Even still, it’s not enough to pay artists competitively.
For instance, going rates for professional muralist are between $20 and $30 a square foot, which means a five-story wall like the one painted at Central Point Condominiums during the 2022 Mural Fest could alone cost up to $60,000 on commission.
By comparison the highest artist’s allotment at this year’s Fest is only $4,000.
Additionally, as with Central Point, some facades present technical challenges not all artists are capable of; along with working at heights, artists sometimes need specialized skillsets to incorporate windows and relief features.
As the program’s reputation spreads, sought-after artists have agreed to produce at cut-rates simply to be featured in an outdoor gallery of growing renown.
“When I was going through the applications, I could not believe how many talented artists [were interested], and the amazing murals they're doing. It’s just crazy how much talent there is out there,” Allen said.
A major force driving the fests popularity is the artists’ own promotions.
“I attribute the growth of mural fest to a lot of things,” said Allen, pointing to a new website and marketing campaign. “But I think the biggest thing is word of mouth, and the artists and their posts and followers they have…in the mural community.”
One muralist that’s helped generate excitement and visibility for the program is Veronica Zak, a multi-genre artist whose twice painted at Mural Fest.
Zak’s talents as an artist manifested early, and painting awards in high school in her hometown of Cleveland, Ohio led to a scholarship at The Savannah College of Art and Design, where she studied animation and fine arts.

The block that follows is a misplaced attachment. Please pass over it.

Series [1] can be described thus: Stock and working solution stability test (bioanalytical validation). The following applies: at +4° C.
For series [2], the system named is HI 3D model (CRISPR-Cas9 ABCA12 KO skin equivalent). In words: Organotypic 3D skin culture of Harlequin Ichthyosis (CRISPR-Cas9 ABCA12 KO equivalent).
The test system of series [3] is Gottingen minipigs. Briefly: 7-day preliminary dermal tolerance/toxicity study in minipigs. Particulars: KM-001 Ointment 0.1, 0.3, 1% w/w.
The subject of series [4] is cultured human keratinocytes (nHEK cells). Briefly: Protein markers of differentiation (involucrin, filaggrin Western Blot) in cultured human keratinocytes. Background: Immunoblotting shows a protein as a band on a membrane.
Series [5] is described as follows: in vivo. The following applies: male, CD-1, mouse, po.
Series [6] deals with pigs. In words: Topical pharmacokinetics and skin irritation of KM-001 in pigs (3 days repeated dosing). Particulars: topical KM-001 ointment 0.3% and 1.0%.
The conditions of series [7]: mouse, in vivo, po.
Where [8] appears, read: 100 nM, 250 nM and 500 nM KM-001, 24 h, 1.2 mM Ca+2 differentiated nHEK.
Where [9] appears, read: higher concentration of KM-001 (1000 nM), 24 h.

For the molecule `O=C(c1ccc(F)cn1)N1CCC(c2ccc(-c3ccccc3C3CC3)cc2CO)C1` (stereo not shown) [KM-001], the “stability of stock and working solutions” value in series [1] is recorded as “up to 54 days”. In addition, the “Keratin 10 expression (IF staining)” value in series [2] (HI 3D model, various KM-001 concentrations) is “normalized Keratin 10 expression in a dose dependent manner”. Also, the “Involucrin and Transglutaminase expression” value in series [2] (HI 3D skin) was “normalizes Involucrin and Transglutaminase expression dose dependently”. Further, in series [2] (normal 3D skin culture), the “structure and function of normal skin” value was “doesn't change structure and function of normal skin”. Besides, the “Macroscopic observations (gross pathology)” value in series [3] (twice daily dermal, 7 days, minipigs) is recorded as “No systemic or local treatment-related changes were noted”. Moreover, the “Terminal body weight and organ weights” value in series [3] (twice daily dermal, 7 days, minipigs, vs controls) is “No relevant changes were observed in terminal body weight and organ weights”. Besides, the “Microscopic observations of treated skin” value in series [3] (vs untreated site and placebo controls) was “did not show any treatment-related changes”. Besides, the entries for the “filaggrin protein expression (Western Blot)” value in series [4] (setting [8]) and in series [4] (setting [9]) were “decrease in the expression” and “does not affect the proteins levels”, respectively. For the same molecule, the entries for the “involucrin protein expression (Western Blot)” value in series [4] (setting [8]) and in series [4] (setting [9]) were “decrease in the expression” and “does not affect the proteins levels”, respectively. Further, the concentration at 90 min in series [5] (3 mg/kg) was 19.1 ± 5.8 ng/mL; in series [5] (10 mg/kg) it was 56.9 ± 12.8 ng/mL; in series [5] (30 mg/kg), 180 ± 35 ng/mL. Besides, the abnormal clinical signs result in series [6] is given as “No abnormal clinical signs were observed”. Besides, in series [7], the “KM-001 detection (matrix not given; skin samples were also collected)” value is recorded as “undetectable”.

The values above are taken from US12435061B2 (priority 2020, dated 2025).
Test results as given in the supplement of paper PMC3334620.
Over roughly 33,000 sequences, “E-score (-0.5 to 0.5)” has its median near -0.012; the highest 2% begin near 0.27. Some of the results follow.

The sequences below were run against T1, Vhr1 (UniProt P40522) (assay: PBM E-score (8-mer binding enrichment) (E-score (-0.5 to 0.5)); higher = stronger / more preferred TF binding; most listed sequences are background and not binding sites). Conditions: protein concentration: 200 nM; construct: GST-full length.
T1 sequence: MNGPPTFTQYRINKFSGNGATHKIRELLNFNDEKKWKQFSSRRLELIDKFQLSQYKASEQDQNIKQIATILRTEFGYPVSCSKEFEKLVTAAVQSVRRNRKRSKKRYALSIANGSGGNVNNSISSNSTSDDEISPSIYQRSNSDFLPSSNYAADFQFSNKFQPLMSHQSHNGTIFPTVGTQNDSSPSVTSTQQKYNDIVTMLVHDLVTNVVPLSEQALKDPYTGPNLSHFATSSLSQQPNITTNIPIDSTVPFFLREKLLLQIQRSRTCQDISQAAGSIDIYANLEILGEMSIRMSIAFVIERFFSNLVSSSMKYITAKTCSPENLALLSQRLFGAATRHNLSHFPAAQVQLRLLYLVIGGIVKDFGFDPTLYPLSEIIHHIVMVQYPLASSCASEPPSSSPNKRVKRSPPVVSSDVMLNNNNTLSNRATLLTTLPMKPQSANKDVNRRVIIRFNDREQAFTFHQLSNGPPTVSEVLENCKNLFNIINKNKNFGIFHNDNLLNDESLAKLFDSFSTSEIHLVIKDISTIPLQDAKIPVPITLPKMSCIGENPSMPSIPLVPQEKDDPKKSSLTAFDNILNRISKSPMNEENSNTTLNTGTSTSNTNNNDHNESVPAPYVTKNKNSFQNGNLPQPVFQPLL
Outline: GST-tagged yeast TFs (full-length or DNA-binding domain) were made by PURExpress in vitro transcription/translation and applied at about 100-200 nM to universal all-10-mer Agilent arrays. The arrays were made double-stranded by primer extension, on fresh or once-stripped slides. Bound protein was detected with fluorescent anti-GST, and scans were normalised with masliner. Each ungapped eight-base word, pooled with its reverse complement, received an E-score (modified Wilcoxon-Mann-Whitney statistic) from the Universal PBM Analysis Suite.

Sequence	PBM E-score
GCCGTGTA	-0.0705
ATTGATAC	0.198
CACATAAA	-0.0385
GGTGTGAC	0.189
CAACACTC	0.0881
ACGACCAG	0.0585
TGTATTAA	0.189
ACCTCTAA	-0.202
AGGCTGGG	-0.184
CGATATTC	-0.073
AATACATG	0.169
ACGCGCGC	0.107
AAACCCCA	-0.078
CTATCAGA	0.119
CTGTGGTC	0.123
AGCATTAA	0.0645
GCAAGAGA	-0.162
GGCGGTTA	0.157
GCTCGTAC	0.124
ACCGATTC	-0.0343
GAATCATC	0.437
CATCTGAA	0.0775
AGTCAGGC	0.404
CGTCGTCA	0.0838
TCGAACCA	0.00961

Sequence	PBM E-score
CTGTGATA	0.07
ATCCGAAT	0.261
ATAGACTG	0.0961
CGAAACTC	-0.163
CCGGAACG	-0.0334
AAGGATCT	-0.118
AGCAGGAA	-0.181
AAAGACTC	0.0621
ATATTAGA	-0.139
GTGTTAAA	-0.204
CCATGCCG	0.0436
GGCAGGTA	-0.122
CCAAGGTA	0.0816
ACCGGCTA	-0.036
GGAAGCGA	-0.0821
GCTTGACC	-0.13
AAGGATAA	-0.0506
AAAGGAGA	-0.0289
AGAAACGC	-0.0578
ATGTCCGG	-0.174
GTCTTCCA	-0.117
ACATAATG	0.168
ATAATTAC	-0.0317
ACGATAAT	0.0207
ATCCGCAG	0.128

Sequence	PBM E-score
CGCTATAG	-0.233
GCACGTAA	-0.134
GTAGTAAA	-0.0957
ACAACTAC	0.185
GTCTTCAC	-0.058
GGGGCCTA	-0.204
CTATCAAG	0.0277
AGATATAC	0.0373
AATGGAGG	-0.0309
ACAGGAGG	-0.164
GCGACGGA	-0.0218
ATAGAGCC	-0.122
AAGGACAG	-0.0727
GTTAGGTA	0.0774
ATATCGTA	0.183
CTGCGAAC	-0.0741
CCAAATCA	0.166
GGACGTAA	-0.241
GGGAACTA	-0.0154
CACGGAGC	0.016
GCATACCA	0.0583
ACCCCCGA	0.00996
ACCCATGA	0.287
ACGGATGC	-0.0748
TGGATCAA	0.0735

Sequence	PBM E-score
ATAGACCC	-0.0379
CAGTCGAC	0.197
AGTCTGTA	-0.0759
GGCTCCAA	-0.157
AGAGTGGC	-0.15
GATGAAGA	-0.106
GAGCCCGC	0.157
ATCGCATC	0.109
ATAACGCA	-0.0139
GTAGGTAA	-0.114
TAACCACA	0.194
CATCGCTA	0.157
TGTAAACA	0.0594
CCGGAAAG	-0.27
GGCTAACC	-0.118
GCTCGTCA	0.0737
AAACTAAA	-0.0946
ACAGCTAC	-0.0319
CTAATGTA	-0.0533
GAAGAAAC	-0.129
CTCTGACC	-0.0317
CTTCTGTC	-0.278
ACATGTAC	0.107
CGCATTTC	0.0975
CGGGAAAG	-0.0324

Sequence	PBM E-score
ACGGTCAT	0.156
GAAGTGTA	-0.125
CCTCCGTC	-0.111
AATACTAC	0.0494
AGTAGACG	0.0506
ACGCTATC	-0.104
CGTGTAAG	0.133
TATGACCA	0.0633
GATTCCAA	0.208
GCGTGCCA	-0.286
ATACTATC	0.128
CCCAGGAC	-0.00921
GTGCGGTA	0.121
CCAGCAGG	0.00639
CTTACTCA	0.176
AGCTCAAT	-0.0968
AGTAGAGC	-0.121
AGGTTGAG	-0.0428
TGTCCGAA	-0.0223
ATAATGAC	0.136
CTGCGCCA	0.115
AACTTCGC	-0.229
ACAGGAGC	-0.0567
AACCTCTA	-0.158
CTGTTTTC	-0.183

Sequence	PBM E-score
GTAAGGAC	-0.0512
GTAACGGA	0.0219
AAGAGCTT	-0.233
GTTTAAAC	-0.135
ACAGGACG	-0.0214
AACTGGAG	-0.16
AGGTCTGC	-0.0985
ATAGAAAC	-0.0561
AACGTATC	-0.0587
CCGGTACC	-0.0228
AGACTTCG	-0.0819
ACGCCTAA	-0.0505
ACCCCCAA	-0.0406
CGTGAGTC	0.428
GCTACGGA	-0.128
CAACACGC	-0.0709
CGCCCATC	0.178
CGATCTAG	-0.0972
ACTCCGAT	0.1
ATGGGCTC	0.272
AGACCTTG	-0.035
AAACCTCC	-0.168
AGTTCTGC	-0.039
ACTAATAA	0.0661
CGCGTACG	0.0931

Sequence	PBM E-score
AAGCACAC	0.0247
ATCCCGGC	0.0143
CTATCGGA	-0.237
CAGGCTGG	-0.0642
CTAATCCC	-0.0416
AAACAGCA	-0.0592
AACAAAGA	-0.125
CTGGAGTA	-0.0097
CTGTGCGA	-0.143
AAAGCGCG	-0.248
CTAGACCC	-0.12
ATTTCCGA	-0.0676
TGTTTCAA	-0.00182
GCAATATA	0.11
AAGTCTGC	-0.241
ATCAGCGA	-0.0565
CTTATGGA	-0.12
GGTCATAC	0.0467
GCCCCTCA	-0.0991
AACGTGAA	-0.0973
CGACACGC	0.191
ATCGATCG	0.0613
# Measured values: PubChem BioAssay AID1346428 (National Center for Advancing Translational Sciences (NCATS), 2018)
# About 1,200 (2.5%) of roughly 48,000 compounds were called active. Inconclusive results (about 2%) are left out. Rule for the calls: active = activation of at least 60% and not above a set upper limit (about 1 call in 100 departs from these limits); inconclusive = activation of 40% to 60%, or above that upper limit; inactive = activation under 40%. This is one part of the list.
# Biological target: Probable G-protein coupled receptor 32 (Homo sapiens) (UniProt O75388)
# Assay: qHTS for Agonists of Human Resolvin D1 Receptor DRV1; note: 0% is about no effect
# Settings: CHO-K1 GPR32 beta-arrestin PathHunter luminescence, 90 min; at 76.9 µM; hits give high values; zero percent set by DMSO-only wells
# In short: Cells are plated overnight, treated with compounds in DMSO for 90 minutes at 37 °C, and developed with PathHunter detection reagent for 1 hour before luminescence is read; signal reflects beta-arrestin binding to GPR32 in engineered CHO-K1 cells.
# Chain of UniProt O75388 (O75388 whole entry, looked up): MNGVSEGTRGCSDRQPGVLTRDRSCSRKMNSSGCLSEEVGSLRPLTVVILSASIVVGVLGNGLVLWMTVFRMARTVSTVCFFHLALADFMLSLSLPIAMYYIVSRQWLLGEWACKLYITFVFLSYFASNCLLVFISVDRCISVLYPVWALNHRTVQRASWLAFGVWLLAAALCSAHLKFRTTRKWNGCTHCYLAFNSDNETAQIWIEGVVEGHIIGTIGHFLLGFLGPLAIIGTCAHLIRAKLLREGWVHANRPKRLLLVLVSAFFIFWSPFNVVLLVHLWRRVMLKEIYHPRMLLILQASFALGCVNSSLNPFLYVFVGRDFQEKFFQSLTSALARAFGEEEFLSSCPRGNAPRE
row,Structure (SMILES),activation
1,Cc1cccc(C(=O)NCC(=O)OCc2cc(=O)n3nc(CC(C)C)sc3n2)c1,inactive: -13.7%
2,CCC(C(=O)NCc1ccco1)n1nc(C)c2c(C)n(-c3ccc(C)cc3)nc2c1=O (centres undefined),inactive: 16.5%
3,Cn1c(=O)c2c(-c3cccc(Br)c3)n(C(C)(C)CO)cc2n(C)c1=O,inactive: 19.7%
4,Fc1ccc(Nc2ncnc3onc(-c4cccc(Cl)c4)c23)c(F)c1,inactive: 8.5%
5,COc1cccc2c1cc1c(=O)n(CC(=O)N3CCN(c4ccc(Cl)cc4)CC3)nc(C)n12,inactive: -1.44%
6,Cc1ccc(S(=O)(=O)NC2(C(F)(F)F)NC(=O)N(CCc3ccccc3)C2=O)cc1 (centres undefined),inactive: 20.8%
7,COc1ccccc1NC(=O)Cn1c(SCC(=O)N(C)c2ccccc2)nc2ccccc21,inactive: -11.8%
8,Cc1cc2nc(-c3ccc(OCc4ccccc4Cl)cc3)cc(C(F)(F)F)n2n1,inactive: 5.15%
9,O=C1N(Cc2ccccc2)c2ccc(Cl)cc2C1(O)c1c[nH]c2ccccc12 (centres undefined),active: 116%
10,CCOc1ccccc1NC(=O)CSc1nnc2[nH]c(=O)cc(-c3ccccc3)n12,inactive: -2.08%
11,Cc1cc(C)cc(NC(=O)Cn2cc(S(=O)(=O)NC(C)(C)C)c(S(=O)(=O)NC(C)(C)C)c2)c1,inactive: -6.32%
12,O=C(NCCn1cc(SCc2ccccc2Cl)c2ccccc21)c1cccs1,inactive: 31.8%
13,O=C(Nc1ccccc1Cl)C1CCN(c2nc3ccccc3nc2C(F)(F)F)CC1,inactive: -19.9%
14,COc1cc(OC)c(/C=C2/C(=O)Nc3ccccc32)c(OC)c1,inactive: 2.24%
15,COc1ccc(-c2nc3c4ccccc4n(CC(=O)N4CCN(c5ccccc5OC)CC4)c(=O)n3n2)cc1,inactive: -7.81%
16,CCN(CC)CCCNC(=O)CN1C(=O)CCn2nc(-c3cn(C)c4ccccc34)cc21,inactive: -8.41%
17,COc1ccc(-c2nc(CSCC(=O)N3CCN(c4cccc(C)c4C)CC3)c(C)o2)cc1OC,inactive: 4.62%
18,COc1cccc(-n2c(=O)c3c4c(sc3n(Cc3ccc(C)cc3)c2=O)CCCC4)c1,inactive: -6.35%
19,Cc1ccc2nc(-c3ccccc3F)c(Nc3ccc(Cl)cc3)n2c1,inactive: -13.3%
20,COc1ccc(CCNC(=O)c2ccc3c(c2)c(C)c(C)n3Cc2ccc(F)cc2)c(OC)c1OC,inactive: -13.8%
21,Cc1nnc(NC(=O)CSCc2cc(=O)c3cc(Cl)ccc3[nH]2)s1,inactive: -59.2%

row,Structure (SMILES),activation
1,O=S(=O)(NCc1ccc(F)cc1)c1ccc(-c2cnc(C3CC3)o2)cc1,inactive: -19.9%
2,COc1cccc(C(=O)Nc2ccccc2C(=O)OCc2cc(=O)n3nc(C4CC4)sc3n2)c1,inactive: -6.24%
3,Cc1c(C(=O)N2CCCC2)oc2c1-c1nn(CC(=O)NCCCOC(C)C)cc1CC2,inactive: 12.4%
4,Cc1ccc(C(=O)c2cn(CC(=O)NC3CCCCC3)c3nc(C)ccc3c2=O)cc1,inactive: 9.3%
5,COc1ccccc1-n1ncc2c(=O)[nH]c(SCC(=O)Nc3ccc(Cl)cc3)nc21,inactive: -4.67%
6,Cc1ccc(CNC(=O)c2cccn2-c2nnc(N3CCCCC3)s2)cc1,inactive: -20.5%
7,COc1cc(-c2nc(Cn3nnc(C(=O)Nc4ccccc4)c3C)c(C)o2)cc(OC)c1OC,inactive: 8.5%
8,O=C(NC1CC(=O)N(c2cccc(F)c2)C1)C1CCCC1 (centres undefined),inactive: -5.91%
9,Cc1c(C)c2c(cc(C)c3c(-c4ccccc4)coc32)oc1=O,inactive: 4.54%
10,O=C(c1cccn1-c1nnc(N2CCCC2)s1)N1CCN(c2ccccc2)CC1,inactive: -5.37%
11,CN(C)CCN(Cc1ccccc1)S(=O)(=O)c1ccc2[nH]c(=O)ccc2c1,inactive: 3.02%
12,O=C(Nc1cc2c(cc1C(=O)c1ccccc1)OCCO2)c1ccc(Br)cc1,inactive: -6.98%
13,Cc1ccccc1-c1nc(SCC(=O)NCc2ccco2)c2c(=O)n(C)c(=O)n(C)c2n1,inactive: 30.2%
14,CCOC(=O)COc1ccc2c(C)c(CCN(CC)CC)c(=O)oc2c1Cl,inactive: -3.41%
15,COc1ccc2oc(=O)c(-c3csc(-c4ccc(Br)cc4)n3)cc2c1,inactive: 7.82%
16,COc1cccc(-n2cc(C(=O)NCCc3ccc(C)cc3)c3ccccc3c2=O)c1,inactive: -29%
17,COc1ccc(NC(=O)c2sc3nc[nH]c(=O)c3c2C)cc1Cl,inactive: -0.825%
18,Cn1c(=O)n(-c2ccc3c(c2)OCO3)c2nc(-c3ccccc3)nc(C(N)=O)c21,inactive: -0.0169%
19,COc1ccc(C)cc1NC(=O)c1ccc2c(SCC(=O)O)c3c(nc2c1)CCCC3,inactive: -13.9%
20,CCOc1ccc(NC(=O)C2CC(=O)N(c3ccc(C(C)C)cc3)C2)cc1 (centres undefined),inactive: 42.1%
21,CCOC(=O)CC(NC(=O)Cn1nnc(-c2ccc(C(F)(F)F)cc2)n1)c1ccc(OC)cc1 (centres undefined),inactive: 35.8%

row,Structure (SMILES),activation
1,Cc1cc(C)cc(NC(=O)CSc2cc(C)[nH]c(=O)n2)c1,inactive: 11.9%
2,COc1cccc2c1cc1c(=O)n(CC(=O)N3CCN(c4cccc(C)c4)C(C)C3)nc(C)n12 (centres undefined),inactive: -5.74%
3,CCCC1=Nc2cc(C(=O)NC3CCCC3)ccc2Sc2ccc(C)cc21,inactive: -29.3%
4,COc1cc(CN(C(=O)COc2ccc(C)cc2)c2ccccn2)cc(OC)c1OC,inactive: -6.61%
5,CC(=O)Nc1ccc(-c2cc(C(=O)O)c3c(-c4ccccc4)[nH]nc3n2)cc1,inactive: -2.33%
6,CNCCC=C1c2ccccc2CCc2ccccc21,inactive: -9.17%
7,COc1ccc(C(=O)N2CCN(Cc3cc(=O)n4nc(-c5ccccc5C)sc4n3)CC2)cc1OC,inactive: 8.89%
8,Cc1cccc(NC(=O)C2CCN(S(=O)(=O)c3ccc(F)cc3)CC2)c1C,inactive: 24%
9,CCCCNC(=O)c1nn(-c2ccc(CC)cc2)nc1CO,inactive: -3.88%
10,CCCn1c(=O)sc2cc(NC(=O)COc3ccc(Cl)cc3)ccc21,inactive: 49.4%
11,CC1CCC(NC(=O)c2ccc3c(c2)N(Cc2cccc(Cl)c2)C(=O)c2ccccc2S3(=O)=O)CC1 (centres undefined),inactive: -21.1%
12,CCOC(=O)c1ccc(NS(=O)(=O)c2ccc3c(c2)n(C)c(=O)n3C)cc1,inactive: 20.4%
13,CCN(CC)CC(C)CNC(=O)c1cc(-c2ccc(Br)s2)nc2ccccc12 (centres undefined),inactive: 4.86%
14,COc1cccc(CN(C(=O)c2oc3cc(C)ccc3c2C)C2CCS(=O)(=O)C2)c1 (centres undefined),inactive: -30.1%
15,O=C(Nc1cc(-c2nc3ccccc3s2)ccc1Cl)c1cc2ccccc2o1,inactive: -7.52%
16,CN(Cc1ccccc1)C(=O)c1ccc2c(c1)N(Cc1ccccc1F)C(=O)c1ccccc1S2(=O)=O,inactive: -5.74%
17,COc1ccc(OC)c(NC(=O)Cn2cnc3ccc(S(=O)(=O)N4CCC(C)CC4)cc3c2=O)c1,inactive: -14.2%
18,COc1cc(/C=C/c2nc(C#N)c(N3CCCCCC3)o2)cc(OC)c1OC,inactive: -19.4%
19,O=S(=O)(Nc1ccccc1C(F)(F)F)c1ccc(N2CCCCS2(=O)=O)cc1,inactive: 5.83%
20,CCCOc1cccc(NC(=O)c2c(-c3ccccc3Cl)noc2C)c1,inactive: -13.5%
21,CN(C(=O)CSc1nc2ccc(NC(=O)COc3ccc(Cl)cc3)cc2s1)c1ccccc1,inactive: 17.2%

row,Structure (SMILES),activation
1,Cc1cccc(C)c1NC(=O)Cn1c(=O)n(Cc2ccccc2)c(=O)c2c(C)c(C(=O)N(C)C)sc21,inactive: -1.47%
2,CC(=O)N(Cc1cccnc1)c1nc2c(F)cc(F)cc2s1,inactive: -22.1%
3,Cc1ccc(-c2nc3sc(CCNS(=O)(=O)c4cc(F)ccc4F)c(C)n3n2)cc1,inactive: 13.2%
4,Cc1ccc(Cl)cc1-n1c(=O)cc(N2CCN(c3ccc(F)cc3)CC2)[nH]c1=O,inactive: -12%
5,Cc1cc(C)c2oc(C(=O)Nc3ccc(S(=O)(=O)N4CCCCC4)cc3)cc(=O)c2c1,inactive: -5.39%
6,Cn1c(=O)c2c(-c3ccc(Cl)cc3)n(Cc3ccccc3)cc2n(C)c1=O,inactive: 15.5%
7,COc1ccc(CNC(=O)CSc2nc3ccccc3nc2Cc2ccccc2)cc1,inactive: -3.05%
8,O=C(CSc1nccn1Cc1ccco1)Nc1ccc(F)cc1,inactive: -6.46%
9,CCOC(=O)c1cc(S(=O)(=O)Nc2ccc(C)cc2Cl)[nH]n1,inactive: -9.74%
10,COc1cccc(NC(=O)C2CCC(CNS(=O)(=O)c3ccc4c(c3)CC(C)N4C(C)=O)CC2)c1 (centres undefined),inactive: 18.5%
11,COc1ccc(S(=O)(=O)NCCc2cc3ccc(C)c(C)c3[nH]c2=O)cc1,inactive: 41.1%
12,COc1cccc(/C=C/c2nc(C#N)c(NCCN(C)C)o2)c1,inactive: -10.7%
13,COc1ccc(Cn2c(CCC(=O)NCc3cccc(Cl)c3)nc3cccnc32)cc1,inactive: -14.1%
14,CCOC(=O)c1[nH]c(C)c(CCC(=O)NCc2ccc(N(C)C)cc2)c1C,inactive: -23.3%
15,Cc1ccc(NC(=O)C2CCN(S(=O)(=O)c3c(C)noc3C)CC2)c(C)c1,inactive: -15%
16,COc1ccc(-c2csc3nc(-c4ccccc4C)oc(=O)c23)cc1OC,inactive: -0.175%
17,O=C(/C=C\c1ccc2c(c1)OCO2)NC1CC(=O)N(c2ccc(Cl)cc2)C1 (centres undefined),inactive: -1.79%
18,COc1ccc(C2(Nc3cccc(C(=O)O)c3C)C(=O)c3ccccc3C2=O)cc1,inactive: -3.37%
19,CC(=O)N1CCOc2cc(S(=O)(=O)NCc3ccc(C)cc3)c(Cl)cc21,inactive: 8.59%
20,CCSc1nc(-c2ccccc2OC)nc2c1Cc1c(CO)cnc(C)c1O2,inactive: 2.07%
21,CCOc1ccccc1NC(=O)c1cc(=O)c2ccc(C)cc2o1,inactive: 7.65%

“I would have liked to be really good at math or science, but every time I picked up a paintbrush it worked out really well for me, so [a creative life] just became a no brainer.”
She relocated to Utah in the 2010s on the strength of a growing arts scene, along with the state’s outdoor beauty, which has made its way into pieces like her Red Rock mural currently on display downtown.
Zak believes murals are a decisive force for community building, and says they’ve made SSL’s creative zone more welcoming and neighborly.
“I think there’s a fine line between a cool, hip underground artsy neighborhood or a neighborhood stricken by poverty, and I think that fine line is the presence of art,” Zak said, pointing to her hometown of Cleveland as an example.
“It’s a fine line between an artsy neighborhood and a run-down neighborhood. It’s just that little bit of extra effort and the murals elevate it slightly above.”
Zak’s style tends toward realism. However, mural work has challenged her to paint in different styles that make sense for the scale and purpose of the medium.
It’s also challenged her physically.
“This is a massive feat of physical labor. My arms and back will be sore for weeks,” Zak said.
Mural Fest’s outsize success stands as an example of how a tiny department in a small city government can punch above its weight as the event has helped put SSL on the wider cultural map.
One of the ways the Arts Council achieves this is by structuring itself as a 501(c)(3) while remaining a subsidiary of the city, which allows it to draw on resources from the mayor’s office while simultaneously applying for independent, project-based grants, according to Allen.
For now, Allen, the sole full-time employee of the Arts Council, is racing to find walls with the hope that this year’s Mural Fest will be its biggest ever, then use that momentum to push the mission onward.
“When people see art in their neighborhood it helps them identify with where they live,” Allen said.
“Art has such a way of empowering people. It's a universal language that can [overcome] a lot of the differences we have in however we view the world.”